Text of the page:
Schizophrenia simulation video shows how terrifying the condition can be
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Warning: Contains references to schizophrenia, schizophrenic experiences and reference to self-harm
A schizophrenia simulation video has attempted to shed light on what it's like to suffer from the mental health disorder.
The simulation allows people without the diagnosis to experience symptoms of the mental health condition, with many describing it as 'terrifying' and one woman with the condition speaking out on whether it is truly accurate or not.
Watch the simulation below:
According to Rethink Mental Illness, schizophrenia affects around 1 in every 100 people.
It categorises schizophrenia as: "A mental illness which affects the way you think."
The site explains that with schizophrenia comes both 'positive' and 'negative' symptoms.
'Positive' symptoms include the experience of certain things that are an 'addition' to one's reality, which can involve seeing or hearing things that other people cannot.
'Negative' symptoms revolve more around the loss of ability to do something such as losing motivation or socially withdrawing.
In video simulations, people have attempted to recreate these exact conditions that an individual diagnosed with schizophrenia may face.
The POV simulation begins with a man walking up to a supermarket.
Immediately, examples of these 'positive symptoms' take place.
Other voices can be heard saying "this is pointless", "even that kid knows you're stupid" and "don't go in there" as the man enters the shop.
Upon entering, more voices say "don't go in there", "nobody cares about you" and "the wine bottles are listening to you".
A mix of insults, paranoia, intrusive thoughts and startling commands from an array of different voices follow as the simulation proceeds.
The video continues with the man leaving the supermarket as the voices speed up in unison telling him to take his own life, "run" and "die".
Upon getting home, a voice can be heard saying "you think you're safe but you're not" while other voices laugh and sing "you're not alone" and "you can't hide".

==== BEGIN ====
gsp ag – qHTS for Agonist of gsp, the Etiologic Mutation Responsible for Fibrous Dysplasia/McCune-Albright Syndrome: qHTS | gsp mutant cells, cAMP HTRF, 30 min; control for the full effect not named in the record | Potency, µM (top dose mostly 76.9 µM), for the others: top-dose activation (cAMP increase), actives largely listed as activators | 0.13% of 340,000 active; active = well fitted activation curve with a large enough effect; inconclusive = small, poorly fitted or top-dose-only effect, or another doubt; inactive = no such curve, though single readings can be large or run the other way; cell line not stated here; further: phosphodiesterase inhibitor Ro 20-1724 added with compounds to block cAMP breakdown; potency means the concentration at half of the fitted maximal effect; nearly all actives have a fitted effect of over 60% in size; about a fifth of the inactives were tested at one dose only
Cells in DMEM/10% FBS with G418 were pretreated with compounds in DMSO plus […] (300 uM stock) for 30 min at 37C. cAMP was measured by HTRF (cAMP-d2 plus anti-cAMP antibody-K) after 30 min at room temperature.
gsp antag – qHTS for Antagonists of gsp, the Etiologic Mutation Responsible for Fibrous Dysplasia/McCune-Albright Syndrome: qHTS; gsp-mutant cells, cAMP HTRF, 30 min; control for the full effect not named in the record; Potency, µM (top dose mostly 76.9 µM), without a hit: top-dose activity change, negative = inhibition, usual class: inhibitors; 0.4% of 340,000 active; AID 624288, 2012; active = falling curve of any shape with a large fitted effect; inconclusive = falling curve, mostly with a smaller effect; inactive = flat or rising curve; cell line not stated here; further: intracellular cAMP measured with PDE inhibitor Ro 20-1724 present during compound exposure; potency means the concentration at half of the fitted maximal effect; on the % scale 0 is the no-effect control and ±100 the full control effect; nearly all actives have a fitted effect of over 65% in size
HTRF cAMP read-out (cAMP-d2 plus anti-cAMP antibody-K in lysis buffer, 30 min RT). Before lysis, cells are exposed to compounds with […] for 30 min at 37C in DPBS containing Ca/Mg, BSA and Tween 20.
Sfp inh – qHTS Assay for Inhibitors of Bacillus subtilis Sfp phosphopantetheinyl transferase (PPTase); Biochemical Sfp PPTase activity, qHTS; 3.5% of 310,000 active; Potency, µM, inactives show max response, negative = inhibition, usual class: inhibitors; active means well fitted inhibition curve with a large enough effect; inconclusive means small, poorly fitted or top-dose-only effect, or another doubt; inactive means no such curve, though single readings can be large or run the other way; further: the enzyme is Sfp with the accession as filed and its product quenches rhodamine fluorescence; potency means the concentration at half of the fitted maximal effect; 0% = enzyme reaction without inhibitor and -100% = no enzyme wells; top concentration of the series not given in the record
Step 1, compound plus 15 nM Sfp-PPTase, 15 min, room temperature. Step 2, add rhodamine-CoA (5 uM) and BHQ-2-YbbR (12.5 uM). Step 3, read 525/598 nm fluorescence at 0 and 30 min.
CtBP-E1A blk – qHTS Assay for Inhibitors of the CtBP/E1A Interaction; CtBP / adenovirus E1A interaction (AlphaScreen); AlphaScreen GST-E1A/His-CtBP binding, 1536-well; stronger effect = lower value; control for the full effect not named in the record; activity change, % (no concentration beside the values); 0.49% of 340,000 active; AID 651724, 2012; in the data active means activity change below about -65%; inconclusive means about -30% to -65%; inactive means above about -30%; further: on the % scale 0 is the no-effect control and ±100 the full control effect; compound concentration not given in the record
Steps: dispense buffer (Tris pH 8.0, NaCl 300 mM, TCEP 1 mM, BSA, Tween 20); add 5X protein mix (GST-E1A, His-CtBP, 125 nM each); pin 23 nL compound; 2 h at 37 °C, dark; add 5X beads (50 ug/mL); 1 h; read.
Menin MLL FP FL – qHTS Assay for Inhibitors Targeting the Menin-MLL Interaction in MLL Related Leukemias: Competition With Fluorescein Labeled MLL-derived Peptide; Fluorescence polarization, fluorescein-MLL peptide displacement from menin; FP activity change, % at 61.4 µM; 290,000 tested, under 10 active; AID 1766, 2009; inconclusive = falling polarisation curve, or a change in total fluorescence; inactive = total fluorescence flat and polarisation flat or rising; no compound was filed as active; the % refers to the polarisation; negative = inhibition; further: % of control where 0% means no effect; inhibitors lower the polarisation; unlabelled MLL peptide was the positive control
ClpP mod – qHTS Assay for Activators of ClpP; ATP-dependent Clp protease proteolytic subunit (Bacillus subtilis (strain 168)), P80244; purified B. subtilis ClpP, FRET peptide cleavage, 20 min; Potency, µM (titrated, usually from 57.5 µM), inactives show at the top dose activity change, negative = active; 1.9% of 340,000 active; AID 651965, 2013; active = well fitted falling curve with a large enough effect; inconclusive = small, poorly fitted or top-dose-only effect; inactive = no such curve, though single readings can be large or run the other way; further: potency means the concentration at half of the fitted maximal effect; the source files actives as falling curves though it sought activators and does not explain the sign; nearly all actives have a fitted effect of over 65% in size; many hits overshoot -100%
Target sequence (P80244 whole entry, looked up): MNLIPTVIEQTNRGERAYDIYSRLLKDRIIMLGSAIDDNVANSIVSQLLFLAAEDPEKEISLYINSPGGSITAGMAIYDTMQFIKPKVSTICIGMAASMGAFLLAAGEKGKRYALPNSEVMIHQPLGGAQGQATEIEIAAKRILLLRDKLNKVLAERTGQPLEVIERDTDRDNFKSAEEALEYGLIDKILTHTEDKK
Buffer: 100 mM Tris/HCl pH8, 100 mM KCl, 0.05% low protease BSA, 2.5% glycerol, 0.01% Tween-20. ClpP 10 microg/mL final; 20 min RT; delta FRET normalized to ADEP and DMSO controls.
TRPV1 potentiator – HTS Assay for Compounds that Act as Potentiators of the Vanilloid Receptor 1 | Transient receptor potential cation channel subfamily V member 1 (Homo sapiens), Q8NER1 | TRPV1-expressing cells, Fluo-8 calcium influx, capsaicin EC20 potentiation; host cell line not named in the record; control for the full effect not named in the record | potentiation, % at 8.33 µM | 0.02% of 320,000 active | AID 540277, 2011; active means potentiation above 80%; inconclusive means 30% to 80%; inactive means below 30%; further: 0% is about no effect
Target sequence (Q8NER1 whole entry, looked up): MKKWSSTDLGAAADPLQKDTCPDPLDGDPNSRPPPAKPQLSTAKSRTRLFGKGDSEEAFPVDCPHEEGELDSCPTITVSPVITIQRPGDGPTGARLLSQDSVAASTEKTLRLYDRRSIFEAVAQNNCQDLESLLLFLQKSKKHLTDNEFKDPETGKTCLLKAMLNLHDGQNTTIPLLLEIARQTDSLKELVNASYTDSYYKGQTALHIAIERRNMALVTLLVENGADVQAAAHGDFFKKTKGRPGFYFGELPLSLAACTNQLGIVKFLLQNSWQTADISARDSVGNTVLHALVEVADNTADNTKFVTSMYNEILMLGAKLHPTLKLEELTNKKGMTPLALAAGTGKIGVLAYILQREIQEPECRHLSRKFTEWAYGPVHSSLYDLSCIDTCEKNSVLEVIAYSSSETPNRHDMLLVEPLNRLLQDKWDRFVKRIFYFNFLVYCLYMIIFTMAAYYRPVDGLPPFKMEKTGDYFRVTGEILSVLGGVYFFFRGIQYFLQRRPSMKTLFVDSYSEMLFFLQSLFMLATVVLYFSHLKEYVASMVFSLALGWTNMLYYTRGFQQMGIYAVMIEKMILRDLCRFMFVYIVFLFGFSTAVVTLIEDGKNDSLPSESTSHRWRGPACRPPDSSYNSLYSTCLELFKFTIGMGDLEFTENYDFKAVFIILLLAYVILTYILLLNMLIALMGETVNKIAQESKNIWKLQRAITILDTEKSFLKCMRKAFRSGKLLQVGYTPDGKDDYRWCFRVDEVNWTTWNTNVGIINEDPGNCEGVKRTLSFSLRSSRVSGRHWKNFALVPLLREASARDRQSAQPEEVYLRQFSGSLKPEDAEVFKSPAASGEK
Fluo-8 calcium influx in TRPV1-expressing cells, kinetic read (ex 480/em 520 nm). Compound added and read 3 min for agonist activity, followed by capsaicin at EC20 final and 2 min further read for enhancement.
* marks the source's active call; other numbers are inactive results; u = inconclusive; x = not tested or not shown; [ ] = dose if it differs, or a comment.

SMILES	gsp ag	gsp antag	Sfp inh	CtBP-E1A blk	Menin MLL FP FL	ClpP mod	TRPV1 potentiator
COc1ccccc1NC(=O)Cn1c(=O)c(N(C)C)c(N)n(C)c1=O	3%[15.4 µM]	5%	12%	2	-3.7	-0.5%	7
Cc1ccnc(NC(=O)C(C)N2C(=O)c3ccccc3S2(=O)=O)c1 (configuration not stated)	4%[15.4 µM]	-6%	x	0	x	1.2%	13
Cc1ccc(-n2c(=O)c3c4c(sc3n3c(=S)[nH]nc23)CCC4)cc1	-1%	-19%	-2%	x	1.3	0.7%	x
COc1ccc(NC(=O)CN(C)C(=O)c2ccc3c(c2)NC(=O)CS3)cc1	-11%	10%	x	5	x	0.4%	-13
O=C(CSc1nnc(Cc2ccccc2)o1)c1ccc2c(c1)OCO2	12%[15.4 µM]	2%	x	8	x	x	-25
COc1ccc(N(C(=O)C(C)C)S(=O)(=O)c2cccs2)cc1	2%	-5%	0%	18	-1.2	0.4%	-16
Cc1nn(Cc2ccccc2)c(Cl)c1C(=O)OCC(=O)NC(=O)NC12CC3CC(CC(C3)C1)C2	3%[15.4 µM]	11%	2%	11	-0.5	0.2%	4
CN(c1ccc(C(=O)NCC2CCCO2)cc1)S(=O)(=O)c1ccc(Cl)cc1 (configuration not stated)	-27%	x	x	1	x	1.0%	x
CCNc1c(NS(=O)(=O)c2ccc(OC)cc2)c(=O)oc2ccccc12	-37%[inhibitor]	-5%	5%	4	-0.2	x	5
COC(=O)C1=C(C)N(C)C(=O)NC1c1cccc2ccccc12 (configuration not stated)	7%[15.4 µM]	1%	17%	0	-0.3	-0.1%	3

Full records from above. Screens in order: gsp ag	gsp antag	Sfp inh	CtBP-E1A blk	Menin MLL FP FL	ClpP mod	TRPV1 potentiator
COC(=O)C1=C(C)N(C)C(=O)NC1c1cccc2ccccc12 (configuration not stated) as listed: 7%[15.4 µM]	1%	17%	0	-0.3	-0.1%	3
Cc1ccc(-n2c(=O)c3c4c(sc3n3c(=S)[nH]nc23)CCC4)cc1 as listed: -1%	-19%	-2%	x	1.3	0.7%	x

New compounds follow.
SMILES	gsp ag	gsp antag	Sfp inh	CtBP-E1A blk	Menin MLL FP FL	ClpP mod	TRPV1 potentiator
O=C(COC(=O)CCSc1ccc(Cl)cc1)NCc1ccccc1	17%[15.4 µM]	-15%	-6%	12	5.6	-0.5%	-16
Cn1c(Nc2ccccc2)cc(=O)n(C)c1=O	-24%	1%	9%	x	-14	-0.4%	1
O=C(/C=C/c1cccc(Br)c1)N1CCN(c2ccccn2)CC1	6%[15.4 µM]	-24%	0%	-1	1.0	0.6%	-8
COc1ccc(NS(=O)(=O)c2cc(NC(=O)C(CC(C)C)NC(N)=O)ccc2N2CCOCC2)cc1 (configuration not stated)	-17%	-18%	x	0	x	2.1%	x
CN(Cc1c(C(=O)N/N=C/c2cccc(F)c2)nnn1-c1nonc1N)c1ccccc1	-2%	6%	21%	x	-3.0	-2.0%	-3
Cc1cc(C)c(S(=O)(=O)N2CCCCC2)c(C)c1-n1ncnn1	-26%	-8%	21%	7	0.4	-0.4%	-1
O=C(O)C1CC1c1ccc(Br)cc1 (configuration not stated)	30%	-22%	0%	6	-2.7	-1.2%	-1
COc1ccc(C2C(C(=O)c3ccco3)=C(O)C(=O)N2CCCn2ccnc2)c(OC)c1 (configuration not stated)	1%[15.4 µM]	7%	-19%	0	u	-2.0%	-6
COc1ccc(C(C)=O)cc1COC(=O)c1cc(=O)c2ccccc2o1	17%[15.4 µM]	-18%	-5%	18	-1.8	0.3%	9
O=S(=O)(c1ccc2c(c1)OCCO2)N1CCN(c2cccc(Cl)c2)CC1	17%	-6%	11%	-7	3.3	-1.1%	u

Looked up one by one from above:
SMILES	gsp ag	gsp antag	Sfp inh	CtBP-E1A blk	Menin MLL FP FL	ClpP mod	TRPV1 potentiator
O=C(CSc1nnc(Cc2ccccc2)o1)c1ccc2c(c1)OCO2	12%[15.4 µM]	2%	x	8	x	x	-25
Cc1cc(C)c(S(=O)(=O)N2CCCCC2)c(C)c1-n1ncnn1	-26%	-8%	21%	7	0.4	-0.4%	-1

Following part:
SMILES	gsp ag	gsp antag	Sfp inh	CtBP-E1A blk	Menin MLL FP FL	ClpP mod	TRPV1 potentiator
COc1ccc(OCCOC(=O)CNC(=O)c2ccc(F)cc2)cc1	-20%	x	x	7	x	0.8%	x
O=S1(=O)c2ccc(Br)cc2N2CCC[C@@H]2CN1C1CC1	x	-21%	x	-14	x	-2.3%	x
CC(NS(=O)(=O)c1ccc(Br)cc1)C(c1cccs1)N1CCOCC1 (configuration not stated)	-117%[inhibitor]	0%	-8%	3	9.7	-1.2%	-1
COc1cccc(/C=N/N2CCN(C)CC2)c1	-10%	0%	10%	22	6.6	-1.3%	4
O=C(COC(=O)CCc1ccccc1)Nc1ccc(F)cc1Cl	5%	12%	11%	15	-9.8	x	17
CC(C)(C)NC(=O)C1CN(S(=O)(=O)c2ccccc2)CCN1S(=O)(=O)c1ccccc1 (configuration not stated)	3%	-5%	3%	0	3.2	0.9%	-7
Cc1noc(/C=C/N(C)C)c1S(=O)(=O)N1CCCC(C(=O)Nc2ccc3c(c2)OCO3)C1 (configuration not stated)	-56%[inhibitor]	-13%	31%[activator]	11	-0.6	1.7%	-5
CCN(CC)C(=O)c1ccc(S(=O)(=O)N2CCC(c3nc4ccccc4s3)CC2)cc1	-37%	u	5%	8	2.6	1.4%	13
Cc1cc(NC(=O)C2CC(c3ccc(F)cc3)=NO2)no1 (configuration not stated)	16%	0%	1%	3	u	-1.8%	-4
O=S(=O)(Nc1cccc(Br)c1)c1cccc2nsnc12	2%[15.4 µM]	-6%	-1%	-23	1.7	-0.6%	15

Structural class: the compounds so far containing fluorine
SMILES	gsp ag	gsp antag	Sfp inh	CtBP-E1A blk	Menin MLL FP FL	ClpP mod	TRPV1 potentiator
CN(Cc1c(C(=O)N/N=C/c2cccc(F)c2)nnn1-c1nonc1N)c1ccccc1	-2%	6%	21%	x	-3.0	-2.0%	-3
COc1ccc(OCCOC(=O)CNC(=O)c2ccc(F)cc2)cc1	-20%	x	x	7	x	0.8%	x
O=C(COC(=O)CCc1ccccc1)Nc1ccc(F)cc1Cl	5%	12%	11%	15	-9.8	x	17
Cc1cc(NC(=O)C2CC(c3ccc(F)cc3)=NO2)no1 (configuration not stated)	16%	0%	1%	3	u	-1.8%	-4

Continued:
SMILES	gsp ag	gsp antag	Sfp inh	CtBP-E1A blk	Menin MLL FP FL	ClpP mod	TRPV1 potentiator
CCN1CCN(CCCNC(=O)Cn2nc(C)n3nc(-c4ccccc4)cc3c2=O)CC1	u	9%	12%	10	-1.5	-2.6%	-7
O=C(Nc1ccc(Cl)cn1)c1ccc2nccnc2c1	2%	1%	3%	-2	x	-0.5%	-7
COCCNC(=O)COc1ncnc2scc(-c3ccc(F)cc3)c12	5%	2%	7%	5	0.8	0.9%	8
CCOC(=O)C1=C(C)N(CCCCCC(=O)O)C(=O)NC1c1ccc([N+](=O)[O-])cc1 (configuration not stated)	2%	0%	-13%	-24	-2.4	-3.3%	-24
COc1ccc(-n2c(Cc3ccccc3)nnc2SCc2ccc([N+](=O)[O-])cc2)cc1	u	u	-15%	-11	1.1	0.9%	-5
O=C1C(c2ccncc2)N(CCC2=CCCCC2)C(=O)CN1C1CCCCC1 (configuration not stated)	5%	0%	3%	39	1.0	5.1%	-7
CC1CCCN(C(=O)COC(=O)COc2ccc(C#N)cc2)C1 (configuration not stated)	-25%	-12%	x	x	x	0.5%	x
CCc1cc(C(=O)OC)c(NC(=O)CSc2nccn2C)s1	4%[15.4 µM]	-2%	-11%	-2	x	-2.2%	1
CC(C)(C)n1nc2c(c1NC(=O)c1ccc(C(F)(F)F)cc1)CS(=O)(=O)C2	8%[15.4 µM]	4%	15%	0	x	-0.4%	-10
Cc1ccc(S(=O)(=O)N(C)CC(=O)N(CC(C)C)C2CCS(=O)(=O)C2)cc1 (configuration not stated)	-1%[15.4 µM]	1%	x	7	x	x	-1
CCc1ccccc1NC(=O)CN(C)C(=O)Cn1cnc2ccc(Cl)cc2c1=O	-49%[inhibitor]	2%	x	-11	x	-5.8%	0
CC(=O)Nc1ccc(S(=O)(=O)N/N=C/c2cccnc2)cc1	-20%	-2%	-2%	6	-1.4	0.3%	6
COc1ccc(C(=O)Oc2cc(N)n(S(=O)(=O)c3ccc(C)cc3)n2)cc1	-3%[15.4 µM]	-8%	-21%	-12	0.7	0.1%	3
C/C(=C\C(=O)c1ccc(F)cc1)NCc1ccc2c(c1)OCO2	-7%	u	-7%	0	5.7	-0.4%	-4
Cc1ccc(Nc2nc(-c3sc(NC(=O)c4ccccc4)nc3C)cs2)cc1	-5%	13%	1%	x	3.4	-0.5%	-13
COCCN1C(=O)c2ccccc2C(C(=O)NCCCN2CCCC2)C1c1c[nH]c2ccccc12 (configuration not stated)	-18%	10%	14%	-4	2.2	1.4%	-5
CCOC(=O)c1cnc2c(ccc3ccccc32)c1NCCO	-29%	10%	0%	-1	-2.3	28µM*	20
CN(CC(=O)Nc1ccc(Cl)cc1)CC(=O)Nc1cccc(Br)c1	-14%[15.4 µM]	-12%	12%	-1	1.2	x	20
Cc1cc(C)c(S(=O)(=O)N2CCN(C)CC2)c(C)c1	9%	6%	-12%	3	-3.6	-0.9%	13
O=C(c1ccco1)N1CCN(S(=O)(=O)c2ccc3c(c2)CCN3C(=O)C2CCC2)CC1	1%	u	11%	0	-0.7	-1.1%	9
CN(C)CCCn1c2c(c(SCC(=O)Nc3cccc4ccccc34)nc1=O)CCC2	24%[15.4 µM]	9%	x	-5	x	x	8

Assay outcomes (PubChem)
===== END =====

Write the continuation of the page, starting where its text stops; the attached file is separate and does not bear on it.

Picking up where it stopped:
The simulation, which has over 898,000 views, is clearly distressing for viewers and many have commented on the accuracy of the video.
While some found the simulation 'realistic', a woman with diagnosed schizoaffective disorder explained in a separate YouTube video exactly which parts of the video were accurate.
Lauren noted that the man's own internal dialogue, namely shouting 'look out' when a child ran past, was 'kinda accurate'.
She noted that "it does feel like you're over-sensitive to a lot of stimuli" so if an 'unexpected' stimulus runs by, it can be a 'little jarring'.
Then, speaking about the several different voices, Lauren revealed she only hears 'one voice' typically which she has identified and named as 'Jennifer'.
"When I'm experiencing intense psychosis, this is kinda of what the dialogue is like," she explained.
"It's kind of harsh and not very nice to say and giving you command hallucinations [...] so that's kind of accurate as well."
Lauren also added that it was 'a little accurate' when the hallucinations begin interacting with real people in the simulation.
"There's that kind of tone to things when other people are around," she said.
She continued: "I like that they incorporated [...] stimulus moving around because that's kind of what it's like."
Noting the 'common delusions', 'intrusive thoughts' and references to 'self-harm' related to schizophrenia, Lauren also explained that it's easy to get 'sucked in' to certain thought narratives.
Lauren concluded: "It's kind of an accurate portrayal of how disorientating the voices that you can hear [...] can be really overwhelming.
"I think the whole video was a little sensationalised but overall, I think it was a pretty good representation of what it's like."
If you're experiencing distressing thoughts and feelings, the Campaign Against Living Miserably (CALM) is there to support you. They're open from 5pm–midnight, 365 days a year. Their national number is 0800 58 58 58 and they also have a webchat service if you're not comfortable talking on the phone